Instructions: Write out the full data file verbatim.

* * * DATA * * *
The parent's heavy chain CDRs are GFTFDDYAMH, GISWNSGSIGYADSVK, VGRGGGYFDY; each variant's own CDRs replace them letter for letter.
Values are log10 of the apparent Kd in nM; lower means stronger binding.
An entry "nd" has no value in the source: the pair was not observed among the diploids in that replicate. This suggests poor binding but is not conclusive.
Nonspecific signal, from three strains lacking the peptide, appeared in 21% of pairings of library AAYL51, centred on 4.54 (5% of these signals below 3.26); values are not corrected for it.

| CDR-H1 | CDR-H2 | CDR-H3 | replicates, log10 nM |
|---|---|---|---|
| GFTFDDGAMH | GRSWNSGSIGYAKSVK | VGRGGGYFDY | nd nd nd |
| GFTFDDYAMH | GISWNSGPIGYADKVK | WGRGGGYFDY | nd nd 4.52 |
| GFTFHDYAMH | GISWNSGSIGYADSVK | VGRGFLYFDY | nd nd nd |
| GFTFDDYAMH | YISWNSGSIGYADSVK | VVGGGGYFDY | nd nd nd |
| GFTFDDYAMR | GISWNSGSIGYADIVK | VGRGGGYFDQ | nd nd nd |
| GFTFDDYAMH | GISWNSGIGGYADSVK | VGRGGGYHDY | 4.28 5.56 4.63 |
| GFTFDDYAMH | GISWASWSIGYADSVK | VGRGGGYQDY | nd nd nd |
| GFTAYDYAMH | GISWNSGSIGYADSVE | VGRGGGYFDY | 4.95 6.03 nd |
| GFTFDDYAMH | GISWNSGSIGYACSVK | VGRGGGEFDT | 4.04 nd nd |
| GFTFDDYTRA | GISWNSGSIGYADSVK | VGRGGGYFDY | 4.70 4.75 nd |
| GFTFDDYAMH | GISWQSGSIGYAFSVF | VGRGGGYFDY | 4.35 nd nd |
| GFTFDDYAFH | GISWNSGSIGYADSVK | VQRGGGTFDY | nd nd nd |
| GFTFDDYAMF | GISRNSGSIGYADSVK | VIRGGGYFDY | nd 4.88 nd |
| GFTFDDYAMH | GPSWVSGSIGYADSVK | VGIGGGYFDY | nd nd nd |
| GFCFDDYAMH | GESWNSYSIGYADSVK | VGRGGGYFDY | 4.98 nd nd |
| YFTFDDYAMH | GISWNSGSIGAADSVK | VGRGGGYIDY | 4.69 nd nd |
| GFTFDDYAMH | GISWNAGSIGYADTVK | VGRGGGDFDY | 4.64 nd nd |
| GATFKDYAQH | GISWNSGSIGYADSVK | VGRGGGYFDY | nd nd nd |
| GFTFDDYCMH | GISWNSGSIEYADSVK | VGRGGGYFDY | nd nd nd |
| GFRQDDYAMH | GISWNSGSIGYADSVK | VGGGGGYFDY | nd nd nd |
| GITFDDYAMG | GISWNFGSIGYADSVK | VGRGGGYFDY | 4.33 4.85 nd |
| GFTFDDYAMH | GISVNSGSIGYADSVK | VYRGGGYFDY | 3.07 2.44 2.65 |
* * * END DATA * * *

The parent's heavy chain CDRs are GFTFDDYAMH, GISWNSGSIGYADSVK, VGRGGGYFDY; each variant's own CDRs replace them letter for letter.
Values are log10 of the apparent Kd in nM; lower means stronger binding.
An entry "nd" has no value in the source: the pair was not observed among the diploids in that replicate. This suggests poor binding but is not conclusive.
Nonspecific signal, from three strains lacking the peptide, appeared in 21% of pairings of library AAYL51, centred on 4.54 (5% of these signals below 3.26); values are not corrected for it.

| CDR-H1 | CDR-H2 | CDR-H3 | replicates, log10 nM |
|---|---|---|---|
| GFTFDDGAMH | GRSWNSGSIGYAKSVK | VGRGGGYFDY | nd nd nd |
| GFTFDDYAMH | GISWNSGPIGYADKVK | WGRGGGYFDY | nd nd 4.52 |
| GFTFHDYAMH | GISWNSGSIGYADSVK | VGRGFLYFDY | nd nd nd |
| GFTFDDYAMH | YISWNSGSIGYADSVK | VVGGGGYFDY | nd nd nd |
| GFTFDDYAMR | GISWNSGSIGYADIVK | VGRGGGYFDQ | nd nd nd |
| GFTFDDYAMH | GISWNSGIGGYADSVK | VGRGGGYHDY | 4.28 5.56 4.63 |
| GFTFDDYAMH | GISWASWSIGYADSVK | VGRGGGYQDY | nd nd nd |
| GFTAYDYAMH | GISWNSGSIGYADSVE | VGRGGGYFDY | 4.95 6.03 nd |
| GFTFDDYAMH | GISWNSGSIGYACSVK | VGRGGGEFDT | 4.04 nd nd |
| GFTFDDYTRA | GISWNSGSIGYADSVK | VGRGGGYFDY | 4.70 4.75 nd |
| GFTFDDYAMH | GISWQSGSIGYAFSVF | VGRGGGYFDY | 4.35 nd nd |
| GFTFDDYAFH | GISWNSGSIGYADSVK | VQRGGGTFDY | nd nd nd |
| GFTFDDYAMF | GISRNSGSIGYADSVK | VIRGGGYFDY | nd 4.88 nd |
| GFTFDDYAMH | GPSWVSGSIGYADSVK | VGIGGGYFDY | nd nd nd |
| GFCFDDYAMH | GESWNSYSIGYADSVK | VGRGGGYFDY | 4.98 nd nd |
| YFTFDDYAMH | GISWNSGSIGAADSVK | VGRGGGYIDY | 4.69 nd nd |
| GFTFDDYAMH | GISWNAGSIGYADTVK | VGRGGGDFDY | 4.64 nd nd |
| GATFKDYAQH | GISWNSGSIGYADSVK | VGRGGGYFDY | nd nd nd |
| GFTFDDYCMH | GISWNSGSIEYADSVK | VGRGGGYFDY | nd nd nd |
| GFRQDDYAMH | GISWNSGSIGYADSVK | VGGGGGYFDY | nd nd nd |
| GITFDDYAMG | GISWNFGSIGYADSVK | VGRGGGYFDY | 4.33 4.85 nd |
| GFTFDDYAMH | GISVNSGSIGYADSVK | VYRGGGYFDY | 3.07 2.44 2.65 |